I have always been a big city person; I just happen to feel at ease in a crowded city, surrounded by people. It’s as though they form a living blanket around you, providing you with a certain obscurity only a city with so many people can give you. There is no room for loneliness, only anonymity. One of the few places in a big city that can guarantee you that, would be an airport. And my relationship with airports across the world goes beyond booking the window seat or flipping through books at the bookstore. What we have, is more subtle; almost human.
If ever you happen to spot me in an airport, I would probably be that awkward kid trying to get the luggage trolley to move in the direction I want and messaging my mother at the same time. Now, I am a light traveler and if you know me, you would know how I throw things out of my baggage on the way to the airport to make it even lighter. Yet, despite all my efforts, I cannot seem to get a luggage trolley to move the way I want it to. Hassled as I am with the luggage, I have the constant urge to embarrass myself. You know that voice in your head that keeps telling you to ram your trolley into that glass barricade again and again, and you have to consciously avoid being taken over by that voice? I have however, found a technique to get rid of that voice; I focus on others things like my camera bag or the water bottle. After crossing all the hurdles of getting my boarding pass and the numerous security check ins, I suddenly realize that airports are not as stressful as they hype it out be, especially if you are an honest person with no criminal history. Hence to celebrate my moment of honesty and partly to calm my nerves down, I indulge myself with the multi-layered chicken burger that looks delicious. The burger is always deceptively cold and tasteless, as though it were a prop for a burger commercial and hence despite spending a huge amount on the burger, I throw it after the second or the third bite. Sometimes, other travelers passing by glare at me for wasting expensive food and hence, my flights always begin with a grumbling stomach or worse, an empty wallet.
I’m the one who ALWAYS (unintentionally) sits down in someone else’s seat, leaving a worried passenger and a doubting airhostess. Have I mentioned that I may be, unintentionally of course, a little creepy? I’m the girl who smiles creepily at the female foreigners. I’m the girl who stares at the airhostess’s lip liner. For some reason, I am fascinated by the airhostesses. Maybe it is their gaudy make-up or the fact that they smile all the time, no matter what the situation is, I just happen to find them surreal. Though most of them are extra sweet to me as they often confuse me for a 14 year old travelling alone, their kindness too, seems very robotic. My imagination wears off after some time though, as soon as the flight takes off. This is when I start praying, for turbulence. I always pray for a little turbulence, just enough to bring some adventure to the mundane flight but not enough for the plane to crash and kill me. If incase you are seated next to me, I’m the co-passenger you’ll look at and start imagining my life as that of a latch-key teen who goes home to her divorced mother during her summer holidays and takes the flight from Bangalore all alone. Poor little independent kid.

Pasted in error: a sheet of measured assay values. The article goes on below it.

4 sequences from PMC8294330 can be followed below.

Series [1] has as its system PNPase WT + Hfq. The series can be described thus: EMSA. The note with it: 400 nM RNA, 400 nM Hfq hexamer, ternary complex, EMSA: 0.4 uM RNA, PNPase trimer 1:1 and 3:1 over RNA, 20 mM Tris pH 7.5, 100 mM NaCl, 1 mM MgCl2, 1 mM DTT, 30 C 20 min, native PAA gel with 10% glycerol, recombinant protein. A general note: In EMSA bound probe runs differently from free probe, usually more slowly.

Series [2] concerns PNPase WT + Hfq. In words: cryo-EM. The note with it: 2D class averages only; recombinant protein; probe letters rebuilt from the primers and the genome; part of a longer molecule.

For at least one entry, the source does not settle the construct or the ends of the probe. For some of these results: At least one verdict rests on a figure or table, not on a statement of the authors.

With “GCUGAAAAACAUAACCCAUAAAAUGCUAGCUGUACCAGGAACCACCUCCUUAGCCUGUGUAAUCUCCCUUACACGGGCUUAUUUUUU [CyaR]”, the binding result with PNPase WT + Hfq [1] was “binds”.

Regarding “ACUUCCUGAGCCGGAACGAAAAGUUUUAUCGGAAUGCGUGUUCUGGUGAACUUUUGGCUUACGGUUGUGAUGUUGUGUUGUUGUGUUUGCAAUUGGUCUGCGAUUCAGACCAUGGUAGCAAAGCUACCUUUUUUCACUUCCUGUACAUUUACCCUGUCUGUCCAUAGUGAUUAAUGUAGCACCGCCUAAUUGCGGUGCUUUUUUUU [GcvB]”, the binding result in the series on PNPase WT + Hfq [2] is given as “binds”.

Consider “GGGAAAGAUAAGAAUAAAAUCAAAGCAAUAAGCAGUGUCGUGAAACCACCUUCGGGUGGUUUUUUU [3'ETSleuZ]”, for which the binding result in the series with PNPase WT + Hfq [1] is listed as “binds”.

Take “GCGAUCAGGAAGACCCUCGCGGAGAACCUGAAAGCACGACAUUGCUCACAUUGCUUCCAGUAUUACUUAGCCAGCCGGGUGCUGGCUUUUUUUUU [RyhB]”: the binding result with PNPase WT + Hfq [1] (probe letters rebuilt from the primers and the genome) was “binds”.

UNTIL, I tell you that I am, in fact, 18 with extremely happy parents, shattering the author in you. Most times, my co-passengers find it incredibly hard to believe how old I am causing me to show them any proof I have of my actual age, leading to an awkward silence on their part and an embarrassed grin on mine. Many a times, I have lied about my age and made up fictional characters in my life to make the conversation more interesting and I’ve found it infinitely easier than dealing with their shock on telling them my true age. I have observed that Indians are terrible listeners and will nod after the first few sentences and then turn to face the window or at their watch amongst other things, to indicate subtly that they don’t want a conversation. I don’t mind that though, since I, myself am a bad listener and I do the same when my co-passengers (mostly tourists) start with their anecdotes.
Most times, after the conversations have died and the air-hostesses bring in the coffee trays, I wonder whether they have observed me the way I have. What did they make of the yellow patch of paint on my jeans? Or the fact that I use a mobile case as a wallet? Did they hear me burp after drinking the coffee? Did the air-hostess notice me staring at her lips? Or is it just me that feels that everything is a lot more delicate, high above the ground- like a one-time affair of observing people; People you’ll never meet again. When we finally land, these people help me with handing me down my hand baggage. And then we wave goodbye and walk away to our own taxis. I forget their faces as soon as I leave and they forget mine. I don’t bump into them at the mall or at the park and even if we do, we don’t see each other. To me, once I get out of an airport it is as though I have just walked out of a limbo, or maybe, a parallel life and my relationship with every airport is just that. A onetime affair.